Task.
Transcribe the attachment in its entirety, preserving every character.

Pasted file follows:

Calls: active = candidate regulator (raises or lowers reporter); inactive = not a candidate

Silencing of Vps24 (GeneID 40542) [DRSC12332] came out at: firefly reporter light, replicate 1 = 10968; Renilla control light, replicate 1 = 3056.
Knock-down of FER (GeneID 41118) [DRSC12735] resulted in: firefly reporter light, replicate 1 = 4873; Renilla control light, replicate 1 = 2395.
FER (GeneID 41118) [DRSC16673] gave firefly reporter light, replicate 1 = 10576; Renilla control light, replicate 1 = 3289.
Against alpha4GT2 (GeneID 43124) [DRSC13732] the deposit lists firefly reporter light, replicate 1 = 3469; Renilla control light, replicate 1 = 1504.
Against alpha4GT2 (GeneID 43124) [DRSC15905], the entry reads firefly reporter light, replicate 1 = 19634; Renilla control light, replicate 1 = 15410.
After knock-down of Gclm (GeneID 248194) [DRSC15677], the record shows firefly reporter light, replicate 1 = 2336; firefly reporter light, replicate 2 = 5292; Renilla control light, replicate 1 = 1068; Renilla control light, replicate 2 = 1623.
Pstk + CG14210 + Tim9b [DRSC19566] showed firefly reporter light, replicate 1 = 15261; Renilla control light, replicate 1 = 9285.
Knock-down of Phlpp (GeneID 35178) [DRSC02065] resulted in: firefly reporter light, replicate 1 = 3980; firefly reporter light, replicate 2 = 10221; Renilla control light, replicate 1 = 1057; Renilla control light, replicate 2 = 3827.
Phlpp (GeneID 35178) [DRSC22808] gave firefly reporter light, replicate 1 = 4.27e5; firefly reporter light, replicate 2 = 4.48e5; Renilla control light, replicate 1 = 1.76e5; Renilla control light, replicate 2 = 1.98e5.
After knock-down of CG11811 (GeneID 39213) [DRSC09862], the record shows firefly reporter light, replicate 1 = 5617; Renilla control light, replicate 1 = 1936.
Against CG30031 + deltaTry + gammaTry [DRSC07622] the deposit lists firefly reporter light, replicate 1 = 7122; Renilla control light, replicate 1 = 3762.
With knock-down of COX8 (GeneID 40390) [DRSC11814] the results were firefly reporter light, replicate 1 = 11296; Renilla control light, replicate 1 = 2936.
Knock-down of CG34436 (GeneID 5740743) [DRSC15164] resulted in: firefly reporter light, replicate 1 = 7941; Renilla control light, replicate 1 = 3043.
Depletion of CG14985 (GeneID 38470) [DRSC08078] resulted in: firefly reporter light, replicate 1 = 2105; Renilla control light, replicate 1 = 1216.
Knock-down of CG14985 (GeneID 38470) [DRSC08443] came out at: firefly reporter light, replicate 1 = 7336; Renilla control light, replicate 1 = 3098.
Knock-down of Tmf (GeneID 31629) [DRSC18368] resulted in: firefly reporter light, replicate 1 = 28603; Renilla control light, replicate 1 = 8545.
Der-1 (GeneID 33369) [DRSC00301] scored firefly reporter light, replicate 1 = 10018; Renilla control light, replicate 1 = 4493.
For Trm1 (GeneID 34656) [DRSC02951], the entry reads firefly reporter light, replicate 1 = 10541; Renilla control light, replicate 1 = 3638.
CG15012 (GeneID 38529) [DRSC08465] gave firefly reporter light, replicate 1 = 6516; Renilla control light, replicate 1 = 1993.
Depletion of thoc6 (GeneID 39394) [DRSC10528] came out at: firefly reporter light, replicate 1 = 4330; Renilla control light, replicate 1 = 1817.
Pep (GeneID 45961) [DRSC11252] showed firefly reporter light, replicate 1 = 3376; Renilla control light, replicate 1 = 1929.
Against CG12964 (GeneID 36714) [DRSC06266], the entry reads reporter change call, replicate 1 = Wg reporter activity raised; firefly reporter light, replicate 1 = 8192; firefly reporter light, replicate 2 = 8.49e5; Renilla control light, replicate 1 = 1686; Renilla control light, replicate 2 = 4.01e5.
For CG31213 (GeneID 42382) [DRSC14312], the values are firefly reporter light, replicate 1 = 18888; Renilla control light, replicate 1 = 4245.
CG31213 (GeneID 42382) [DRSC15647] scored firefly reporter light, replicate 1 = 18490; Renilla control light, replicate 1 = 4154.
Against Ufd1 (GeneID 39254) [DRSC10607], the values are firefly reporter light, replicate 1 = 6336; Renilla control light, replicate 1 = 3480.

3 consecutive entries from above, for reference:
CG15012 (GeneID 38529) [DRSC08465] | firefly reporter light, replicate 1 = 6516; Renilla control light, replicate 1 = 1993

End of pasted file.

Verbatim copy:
Calls: active = candidate regulator (raises or lowers reporter); inactive = not a candidate

Silencing of Vps24 (GeneID 40542) [DRSC12332] came out at: firefly reporter light, replicate 1 = 10968; Renilla control light, replicate 1 = 3056.
Knock-down of FER (GeneID 41118) [DRSC12735] resulted in: firefly reporter light, replicate 1 = 4873; Renilla control light, replicate 1 = 2395.
FER (GeneID 41118) [DRSC16673] gave firefly reporter light, replicate 1 = 10576; Renilla control light, replicate 1 = 3289.
Against alpha4GT2 (GeneID 43124) [DRSC13732] the deposit lists firefly reporter light, replicate 1 = 3469; Renilla control light, replicate 1 = 1504.
Against alpha4GT2 (GeneID 43124) [DRSC15905], the entry reads firefly reporter light, replicate 1 = 19634; Renilla control light, replicate 1 = 15410.
After knock-down of Gclm (GeneID 248194) [DRSC15677], the record shows firefly reporter light, replicate 1 = 2336; firefly reporter light, replicate 2 = 5292; Renilla control light, replicate 1 = 1068; Renilla control light, replicate 2 = 1623.
Pstk + CG14210 + Tim9b [DRSC19566] showed firefly reporter light, replicate 1 = 15261; Renilla control light, replicate 1 = 9285.
Knock-down of Phlpp (GeneID 35178) [DRSC02065] resulted in: firefly reporter light, replicate 1 = 3980; firefly reporter light, replicate 2 = 10221; Renilla control light, replicate 1 = 1057; Renilla control light, replicate 2 = 3827.
Phlpp (GeneID 35178) [DRSC22808] gave firefly reporter light, replicate 1 = 4.27e5; firefly reporter light, replicate 2 = 4.48e5; Renilla control light, replicate 1 = 1.76e5; Renilla control light, replicate 2 = 1.98e5.
After knock-down of CG11811 (GeneID 39213) [DRSC09862], the record shows firefly reporter light, replicate 1 = 5617; Renilla control light, replicate 1 = 1936.
Against CG30031 + deltaTry + gammaTry [DRSC07622] the deposit lists firefly reporter light, replicate 1 = 7122; Renilla control light, replicate 1 = 3762.
With knock-down of COX8 (GeneID 40390) [DRSC11814] the results were firefly reporter light, replicate 1 = 11296; Renilla control light, replicate 1 = 2936.
Knock-down of CG34436 (GeneID 5740743) [DRSC15164] resulted in: firefly reporter light, replicate 1 = 7941; Renilla control light, replicate 1 = 3043.
Depletion of CG14985 (GeneID 38470) [DRSC08078] resulted in: firefly reporter light, replicate 1 = 2105; Renilla control light, replicate 1 = 1216.
Knock-down of CG14985 (GeneID 38470) [DRSC08443] came out at: firefly reporter light, replicate 1 = 7336; Renilla control light, replicate 1 = 3098.
Knock-down of Tmf (GeneID 31629) [DRSC18368] resulted in: firefly reporter light, replicate 1 = 28603; Renilla control light, replicate 1 = 8545.
Der-1 (GeneID 33369) [DRSC00301] scored firefly reporter light, replicate 1 = 10018; Renilla control light, replicate 1 = 4493.
For Trm1 (GeneID 34656) [DRSC02951], the entry reads firefly reporter light, replicate 1 = 10541; Renilla control light, replicate 1 = 3638.
CG15012 (GeneID 38529) [DRSC08465] gave firefly reporter light, replicate 1 = 6516; Renilla control light, replicate 1 = 1993.
Depletion of thoc6 (GeneID 39394) [DRSC10528] came out at: firefly reporter light, replicate 1 = 4330; Renilla control light, replicate 1 = 1817.
Pep (GeneID 45961) [DRSC11252] showed firefly reporter light, replicate 1 = 3376; Renilla control light, replicate 1 = 1929.
Against CG12964 (GeneID 36714) [DRSC06266], the entry reads reporter change call, replicate 1 = Wg reporter activity raised; firefly reporter light, replicate 1 = 8192; firefly reporter light, replicate 2 = 8.49e5; Renilla control light, replicate 1 = 1686; Renilla control light, replicate 2 = 4.01e5.
For CG31213 (GeneID 42382) [DRSC14312], the values are firefly reporter light, replicate 1 = 18888; Renilla control light, replicate 1 = 4245.
CG31213 (GeneID 42382) [DRSC15647] scored firefly reporter light, replicate 1 = 18490; Renilla control light, replicate 1 = 4154.
Against Ufd1 (GeneID 39254) [DRSC10607], the values are firefly reporter light, replicate 1 = 6336; Renilla control light, replicate 1 = 3480.

3 consecutive entries from above, for reference:
CG15012 (GeneID 38529) [DRSC08465] | firefly reporter light, replicate 1 = 6516; Renilla control light, replicate 1 = 1993